Rules of Subtraction

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Subtraction is a basic arithmetic operation that represents the action of removing objects from a collection. Understanding the rules of subtraction is fundamental to many everyday calculations. Here’s a guide to these rules, with examples:

Rules of Subtraction

  1. Subtracting Whole Numbers:
    • Rule: To subtract one number from another, take the value of the second number away from the first.
    • Example: If you have 10 apples and give away 3, you have 10 – 3 = 7 apples left.
  2. Order Matters:
    • Rule: Subtraction is not commutative, which means the order in which you subtract numbers matters.
    • Example: 5 – 3 is not the same as 3 – 5. While 5 – 3 = 2, 3 – 5 would result in -2.
  3. Subtracting Zero:
    • Rule: Subtracting zero from any number leaves the number unchanged.
    • Example: 7 – 0 = 7.
  4. Subtracting from Itself:
    • Rule: Subtracting a number from itself always results in zero.
    • Example: 8 – 8 = 0.
  5. Borrowing in Subtraction:
    • Rule: When subtracting one digit from another in multi-digit numbers, if the top digit is smaller than the bottom digit, you need to borrow from the next left digit.
    • Example: In 53 – 28, you need to borrow because 3 (in the ones place) is less than 8. After borrowing, it becomes 43 – 28 = 15.

Real-Life Examples

Example 1: Budgeting

  • Scenario: You start the month with $1,000 in your bank account. You pay a rent of $750.
  • Calculation: $1,000 – $750 = $250.
  • Explanation: You subtract the rent from your initial balance to find out what’s left.

Example 2: Baking

  • Scenario: A recipe needs 4 cups of sugar, but you’ve already put in 1 cup.
  • Calculation: 4 cups – 1 cup = 3 cups.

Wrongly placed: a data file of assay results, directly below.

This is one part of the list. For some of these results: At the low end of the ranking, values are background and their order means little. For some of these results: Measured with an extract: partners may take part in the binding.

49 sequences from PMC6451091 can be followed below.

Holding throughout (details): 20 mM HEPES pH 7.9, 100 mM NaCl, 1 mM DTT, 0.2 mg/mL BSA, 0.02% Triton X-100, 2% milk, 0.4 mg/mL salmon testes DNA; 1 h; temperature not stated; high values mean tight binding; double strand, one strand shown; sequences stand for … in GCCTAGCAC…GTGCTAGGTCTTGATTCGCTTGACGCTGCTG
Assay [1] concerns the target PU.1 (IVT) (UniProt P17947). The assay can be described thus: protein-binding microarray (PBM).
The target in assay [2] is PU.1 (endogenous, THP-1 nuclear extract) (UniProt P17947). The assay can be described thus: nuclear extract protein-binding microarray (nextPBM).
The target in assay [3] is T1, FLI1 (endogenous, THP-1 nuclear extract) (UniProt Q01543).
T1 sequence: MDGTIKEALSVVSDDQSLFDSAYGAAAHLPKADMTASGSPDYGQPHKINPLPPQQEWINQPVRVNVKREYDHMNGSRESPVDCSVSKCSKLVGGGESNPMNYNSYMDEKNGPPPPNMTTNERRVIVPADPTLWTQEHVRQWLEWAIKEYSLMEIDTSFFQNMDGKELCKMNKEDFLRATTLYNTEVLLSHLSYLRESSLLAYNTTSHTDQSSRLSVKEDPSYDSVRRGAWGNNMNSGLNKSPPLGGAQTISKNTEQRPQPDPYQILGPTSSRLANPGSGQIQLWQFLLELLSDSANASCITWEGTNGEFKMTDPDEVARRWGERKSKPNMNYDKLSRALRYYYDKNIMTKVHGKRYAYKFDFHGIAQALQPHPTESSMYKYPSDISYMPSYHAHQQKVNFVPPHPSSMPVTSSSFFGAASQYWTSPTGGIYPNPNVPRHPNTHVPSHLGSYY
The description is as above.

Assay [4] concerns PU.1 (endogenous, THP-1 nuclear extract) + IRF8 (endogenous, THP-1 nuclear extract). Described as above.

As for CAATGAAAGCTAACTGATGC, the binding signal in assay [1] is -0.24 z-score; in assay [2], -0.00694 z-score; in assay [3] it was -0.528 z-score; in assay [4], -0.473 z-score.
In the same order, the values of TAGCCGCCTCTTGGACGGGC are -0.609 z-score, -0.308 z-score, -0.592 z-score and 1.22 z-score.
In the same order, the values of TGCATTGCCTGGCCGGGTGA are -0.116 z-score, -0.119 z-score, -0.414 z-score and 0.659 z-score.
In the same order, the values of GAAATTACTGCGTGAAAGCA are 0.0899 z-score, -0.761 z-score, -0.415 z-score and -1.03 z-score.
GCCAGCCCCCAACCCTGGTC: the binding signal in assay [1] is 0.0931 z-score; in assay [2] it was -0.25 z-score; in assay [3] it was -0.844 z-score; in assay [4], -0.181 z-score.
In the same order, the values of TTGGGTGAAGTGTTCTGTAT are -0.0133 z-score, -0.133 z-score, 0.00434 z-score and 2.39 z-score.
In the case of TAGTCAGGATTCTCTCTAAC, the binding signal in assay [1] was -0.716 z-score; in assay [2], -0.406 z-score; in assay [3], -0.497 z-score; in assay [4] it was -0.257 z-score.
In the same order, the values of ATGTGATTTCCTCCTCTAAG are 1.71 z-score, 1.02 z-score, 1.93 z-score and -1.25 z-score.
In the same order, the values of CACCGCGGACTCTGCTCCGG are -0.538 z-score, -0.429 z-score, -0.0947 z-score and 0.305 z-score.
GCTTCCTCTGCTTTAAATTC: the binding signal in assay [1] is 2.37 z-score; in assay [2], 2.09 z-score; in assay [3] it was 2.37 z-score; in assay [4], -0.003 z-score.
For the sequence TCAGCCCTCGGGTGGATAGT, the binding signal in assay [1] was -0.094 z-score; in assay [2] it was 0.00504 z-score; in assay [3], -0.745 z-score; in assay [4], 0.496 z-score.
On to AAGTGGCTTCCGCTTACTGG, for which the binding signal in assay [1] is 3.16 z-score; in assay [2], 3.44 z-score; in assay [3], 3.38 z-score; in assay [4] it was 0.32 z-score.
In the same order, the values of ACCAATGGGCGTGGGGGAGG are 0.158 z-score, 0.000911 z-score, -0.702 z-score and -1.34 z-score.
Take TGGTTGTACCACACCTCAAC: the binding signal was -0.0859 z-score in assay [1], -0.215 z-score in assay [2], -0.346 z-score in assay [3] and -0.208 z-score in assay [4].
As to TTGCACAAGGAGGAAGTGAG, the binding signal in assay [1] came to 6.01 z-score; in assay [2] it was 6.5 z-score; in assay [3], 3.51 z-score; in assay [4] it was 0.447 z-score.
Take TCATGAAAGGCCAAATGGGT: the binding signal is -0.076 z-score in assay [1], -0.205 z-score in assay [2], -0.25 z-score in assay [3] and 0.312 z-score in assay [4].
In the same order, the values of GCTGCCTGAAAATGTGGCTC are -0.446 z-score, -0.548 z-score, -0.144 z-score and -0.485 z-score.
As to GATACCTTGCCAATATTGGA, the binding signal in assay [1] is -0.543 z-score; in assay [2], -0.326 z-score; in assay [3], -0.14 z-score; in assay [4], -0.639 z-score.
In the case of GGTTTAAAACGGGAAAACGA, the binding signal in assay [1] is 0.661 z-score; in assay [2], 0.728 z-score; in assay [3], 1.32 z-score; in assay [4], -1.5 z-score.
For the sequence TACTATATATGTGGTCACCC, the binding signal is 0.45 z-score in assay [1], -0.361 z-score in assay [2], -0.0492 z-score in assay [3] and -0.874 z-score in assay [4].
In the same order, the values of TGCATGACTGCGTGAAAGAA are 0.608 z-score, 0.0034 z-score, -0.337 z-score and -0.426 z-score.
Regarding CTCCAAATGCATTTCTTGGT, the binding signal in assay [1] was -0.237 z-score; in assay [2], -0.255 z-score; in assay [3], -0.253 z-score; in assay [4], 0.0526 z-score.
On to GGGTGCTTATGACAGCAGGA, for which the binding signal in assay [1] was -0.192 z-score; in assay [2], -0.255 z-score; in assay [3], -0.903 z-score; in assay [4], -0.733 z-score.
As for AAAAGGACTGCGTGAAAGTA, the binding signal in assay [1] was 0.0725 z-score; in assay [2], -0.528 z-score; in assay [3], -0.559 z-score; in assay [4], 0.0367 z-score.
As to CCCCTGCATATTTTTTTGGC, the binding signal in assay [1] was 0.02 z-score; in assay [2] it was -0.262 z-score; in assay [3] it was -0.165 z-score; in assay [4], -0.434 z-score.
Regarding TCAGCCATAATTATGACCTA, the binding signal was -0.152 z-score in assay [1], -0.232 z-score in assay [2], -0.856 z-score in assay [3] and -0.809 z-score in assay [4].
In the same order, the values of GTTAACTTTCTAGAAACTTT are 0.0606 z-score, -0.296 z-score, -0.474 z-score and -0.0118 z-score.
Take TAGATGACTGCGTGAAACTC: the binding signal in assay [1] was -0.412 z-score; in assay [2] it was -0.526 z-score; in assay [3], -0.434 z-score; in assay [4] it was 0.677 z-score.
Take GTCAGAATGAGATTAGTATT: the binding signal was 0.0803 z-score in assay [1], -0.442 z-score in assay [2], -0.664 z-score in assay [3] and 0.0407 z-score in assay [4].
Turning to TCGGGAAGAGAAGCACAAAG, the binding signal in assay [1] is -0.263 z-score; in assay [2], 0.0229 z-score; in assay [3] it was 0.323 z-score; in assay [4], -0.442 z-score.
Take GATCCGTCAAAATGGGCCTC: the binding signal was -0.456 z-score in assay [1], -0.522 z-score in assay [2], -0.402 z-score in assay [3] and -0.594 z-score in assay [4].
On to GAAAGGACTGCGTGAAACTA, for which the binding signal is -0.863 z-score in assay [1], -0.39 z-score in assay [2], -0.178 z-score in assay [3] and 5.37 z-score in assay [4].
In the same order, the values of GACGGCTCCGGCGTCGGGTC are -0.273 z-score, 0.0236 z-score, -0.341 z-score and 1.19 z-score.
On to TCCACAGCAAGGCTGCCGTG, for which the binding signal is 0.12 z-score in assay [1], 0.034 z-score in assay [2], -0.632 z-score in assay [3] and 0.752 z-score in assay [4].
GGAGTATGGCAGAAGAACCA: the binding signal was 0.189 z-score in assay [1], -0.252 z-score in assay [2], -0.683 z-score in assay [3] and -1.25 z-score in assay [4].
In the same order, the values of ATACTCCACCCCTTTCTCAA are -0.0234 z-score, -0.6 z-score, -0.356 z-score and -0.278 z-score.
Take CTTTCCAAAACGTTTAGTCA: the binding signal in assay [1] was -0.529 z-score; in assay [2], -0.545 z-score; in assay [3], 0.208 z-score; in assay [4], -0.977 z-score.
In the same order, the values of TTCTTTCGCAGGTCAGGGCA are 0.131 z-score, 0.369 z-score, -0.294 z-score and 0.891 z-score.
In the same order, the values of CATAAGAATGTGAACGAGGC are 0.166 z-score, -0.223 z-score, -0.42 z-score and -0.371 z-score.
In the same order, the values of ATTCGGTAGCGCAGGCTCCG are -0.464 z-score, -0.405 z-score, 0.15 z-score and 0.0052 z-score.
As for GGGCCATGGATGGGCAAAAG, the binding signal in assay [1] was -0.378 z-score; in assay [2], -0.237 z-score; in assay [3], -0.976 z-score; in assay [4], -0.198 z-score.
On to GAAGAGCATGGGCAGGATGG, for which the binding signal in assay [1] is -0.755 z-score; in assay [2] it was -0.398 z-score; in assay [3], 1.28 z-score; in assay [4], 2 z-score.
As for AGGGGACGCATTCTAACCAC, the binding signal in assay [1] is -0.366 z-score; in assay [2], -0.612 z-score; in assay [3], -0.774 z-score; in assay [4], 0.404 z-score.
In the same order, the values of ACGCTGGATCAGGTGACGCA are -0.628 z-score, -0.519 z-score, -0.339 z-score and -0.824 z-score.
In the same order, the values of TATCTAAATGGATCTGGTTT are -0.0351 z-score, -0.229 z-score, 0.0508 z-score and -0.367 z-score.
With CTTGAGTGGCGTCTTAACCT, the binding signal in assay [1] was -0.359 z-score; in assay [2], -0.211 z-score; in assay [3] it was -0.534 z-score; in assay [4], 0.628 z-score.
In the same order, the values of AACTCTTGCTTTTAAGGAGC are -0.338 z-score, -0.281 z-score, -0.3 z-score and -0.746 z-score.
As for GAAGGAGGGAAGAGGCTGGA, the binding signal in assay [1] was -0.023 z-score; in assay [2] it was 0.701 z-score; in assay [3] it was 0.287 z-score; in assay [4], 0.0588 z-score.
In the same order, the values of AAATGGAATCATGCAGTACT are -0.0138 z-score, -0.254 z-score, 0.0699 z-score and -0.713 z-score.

• Explanation: You subtract the amount of sugar already used from the total required to find out how much more to add.

Example 3: Distance Travelled

  • Scenario: You’re on a road trip, and the next city is 230 miles away. You’ve already traveled 120 miles.
  • Calculation: 230 miles – 120 miles = 110 miles.
  • Explanation: Subtract the distance traveled from the total distance to find out how far you still have to go.

Example 4: Borrowing in Everyday Life

  • Scenario: You have a $50 bill and want to buy an item costing $28.
  • Calculation: $50 – $28 = $22.
  • Explanation: After paying $28, you subtract this amount from $50 to find out your change.

Example 5: Temperature Change

  • Scenario: The temperature was 15°C in the morning and dropped to 7°C at night.
  • Calculation: 15°C – 7°C = 8°C.
  • Explanation: You subtract the night temperature from the morning temperature to find out the temperature drop.

Key Takeaways

  • Subtraction is used to find the difference between numbers.
  • The order in which you subtract numbers is crucial.
  • Understanding how to borrow when subtracting multi-digit numbers is important for accurate calculations.
  • Subtraction is widely applicable in everyday scenarios like budgeting, cooking, measuring distances, and more.

By understanding these rules and practicing with real-life examples, subtraction becomes an intuitive and essential tool for everyday problem-solving.

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